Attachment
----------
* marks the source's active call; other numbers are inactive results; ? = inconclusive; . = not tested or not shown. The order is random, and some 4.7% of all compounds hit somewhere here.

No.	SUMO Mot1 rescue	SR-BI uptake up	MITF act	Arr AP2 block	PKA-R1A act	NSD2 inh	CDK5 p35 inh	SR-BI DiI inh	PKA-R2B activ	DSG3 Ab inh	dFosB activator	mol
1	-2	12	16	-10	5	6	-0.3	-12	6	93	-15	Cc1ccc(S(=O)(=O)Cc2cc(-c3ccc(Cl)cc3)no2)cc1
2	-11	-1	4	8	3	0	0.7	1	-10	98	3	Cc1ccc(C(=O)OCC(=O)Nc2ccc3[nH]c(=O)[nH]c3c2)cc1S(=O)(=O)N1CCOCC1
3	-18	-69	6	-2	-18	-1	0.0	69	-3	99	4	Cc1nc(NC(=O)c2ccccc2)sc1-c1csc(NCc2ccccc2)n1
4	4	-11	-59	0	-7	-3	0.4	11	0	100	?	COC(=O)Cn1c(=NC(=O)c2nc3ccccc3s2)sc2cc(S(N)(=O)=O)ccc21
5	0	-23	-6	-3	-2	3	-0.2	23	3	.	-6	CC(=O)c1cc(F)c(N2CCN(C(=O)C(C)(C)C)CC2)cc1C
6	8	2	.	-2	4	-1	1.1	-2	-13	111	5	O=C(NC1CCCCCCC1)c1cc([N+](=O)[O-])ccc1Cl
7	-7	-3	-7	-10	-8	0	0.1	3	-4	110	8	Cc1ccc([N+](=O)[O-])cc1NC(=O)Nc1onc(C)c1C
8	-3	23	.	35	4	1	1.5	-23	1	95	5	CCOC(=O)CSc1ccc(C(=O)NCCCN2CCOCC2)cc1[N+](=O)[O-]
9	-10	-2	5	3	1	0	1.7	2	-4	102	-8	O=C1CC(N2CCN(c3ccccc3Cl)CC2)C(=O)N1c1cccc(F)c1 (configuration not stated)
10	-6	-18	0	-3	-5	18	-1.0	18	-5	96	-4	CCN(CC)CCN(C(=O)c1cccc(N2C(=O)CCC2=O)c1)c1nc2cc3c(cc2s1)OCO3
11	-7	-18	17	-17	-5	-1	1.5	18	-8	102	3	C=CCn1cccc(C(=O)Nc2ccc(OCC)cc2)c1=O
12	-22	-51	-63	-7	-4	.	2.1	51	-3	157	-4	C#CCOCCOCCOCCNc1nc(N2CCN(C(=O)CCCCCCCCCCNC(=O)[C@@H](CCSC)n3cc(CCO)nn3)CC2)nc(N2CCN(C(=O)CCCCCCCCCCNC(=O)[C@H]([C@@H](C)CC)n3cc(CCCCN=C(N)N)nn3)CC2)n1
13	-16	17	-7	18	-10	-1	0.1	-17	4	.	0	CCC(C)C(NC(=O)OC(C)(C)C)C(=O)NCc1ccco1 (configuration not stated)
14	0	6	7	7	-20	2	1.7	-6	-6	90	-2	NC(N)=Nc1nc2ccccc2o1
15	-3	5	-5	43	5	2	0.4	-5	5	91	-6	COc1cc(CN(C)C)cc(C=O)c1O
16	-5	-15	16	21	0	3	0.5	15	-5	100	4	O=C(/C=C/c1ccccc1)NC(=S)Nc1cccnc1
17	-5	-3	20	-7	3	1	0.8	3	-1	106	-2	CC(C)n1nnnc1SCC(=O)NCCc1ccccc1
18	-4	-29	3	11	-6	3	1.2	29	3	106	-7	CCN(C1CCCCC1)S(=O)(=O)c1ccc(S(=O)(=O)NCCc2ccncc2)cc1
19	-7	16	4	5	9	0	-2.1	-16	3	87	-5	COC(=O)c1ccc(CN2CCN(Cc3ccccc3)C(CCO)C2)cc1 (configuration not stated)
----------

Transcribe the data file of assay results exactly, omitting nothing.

* marks the source's active call; other numbers are inactive results; ? = inconclusive; . = not tested or not shown. The order is random, and some 4.7% of all compounds hit somewhere here.

No.	SUMO Mot1 rescue	SR-BI uptake up	MITF act	Arr AP2 block	PKA-R1A act	NSD2 inh	CDK5 p35 inh	SR-BI DiI inh	PKA-R2B activ	DSG3 Ab inh	dFosB activator	mol
1	-2	12	16	-10	5	6	-0.3	-12	6	93	-15	Cc1ccc(S(=O)(=O)Cc2cc(-c3ccc(Cl)cc3)no2)cc1
2	-11	-1	4	8	3	0	0.7	1	-10	98	3	Cc1ccc(C(=O)OCC(=O)Nc2ccc3[nH]c(=O)[nH]c3c2)cc1S(=O)(=O)N1CCOCC1
3	-18	-69	6	-2	-18	-1	0.0	69	-3	99	4	Cc1nc(NC(=O)c2ccccc2)sc1-c1csc(NCc2ccccc2)n1
4	4	-11	-59	0	-7	-3	0.4	11	0	100	?	COC(=O)Cn1c(=NC(=O)c2nc3ccccc3s2)sc2cc(S(N)(=O)=O)ccc21
5	0	-23	-6	-3	-2	3	-0.2	23	3	.	-6	CC(=O)c1cc(F)c(N2CCN(C(=O)C(C)(C)C)CC2)cc1C
6	8	2	.	-2	4	-1	1.1	-2	-13	111	5	O=C(NC1CCCCCCC1)c1cc([N+](=O)[O-])ccc1Cl
7	-7	-3	-7	-10	-8	0	0.1	3	-4	110	8	Cc1ccc([N+](=O)[O-])cc1NC(=O)Nc1onc(C)c1C
8	-3	23	.	35	4	1	1.5	-23	1	95	5	CCOC(=O)CSc1ccc(C(=O)NCCCN2CCOCC2)cc1[N+](=O)[O-]
9	-10	-2	5	3	1	0	1.7	2	-4	102	-8	O=C1CC(N2CCN(c3ccccc3Cl)CC2)C(=O)N1c1cccc(F)c1 (configuration not stated)
10	-6	-18	0	-3	-5	18	-1.0	18	-5	96	-4	CCN(CC)CCN(C(=O)c1cccc(N2C(=O)CCC2=O)c1)c1nc2cc3c(cc2s1)OCO3
11	-7	-18	17	-17	-5	-1	1.5	18	-8	102	3	C=CCn1cccc(C(=O)Nc2ccc(OCC)cc2)c1=O
12	-22	-51	-63	-7	-4	.	2.1	51	-3	157	-4	C#CCOCCOCCOCCNc1nc(N2CCN(C(=O)CCCCCCCCCCNC(=O)[C@@H](CCSC)n3cc(CCO)nn3)CC2)nc(N2CCN(C(=O)CCCCCCCCCCNC(=O)[C@H]([C@@H](C)CC)n3cc(CCCCN=C(N)N)nn3)CC2)n1
13	-16	17	-7	18	-10	-1	0.1	-17	4	.	0	CCC(C)C(NC(=O)OC(C)(C)C)C(=O)NCc1ccco1 (configuration not stated)
14	0	6	7	7	-20	2	1.7	-6	-6	90	-2	NC(N)=Nc1nc2ccccc2o1
15	-3	5	-5	43	5	2	0.4	-5	5	91	-6	COc1cc(CN(C)C)cc(C=O)c1O
16	-5	-15	16	21	0	3	0.5	15	-5	100	4	O=C(/C=C/c1ccccc1)NC(=S)Nc1cccnc1
17	-5	-3	20	-7	3	1	0.8	3	-1	106	-2	CC(C)n1nnnc1SCC(=O)NCCc1ccccc1
18	-4	-29	3	11	-6	3	1.2	29	3	106	-7	CCN(C1CCCCC1)S(=O)(=O)c1ccc(S(=O)(=O)NCCc2ccncc2)cc1
19	-7	16	4	5	9	0	-2.1	-16	3	87	-5	COC(=O)c1ccc(CN2CCN(Cc3ccccc3)C(CCO)C2)cc1 (configuration not stated)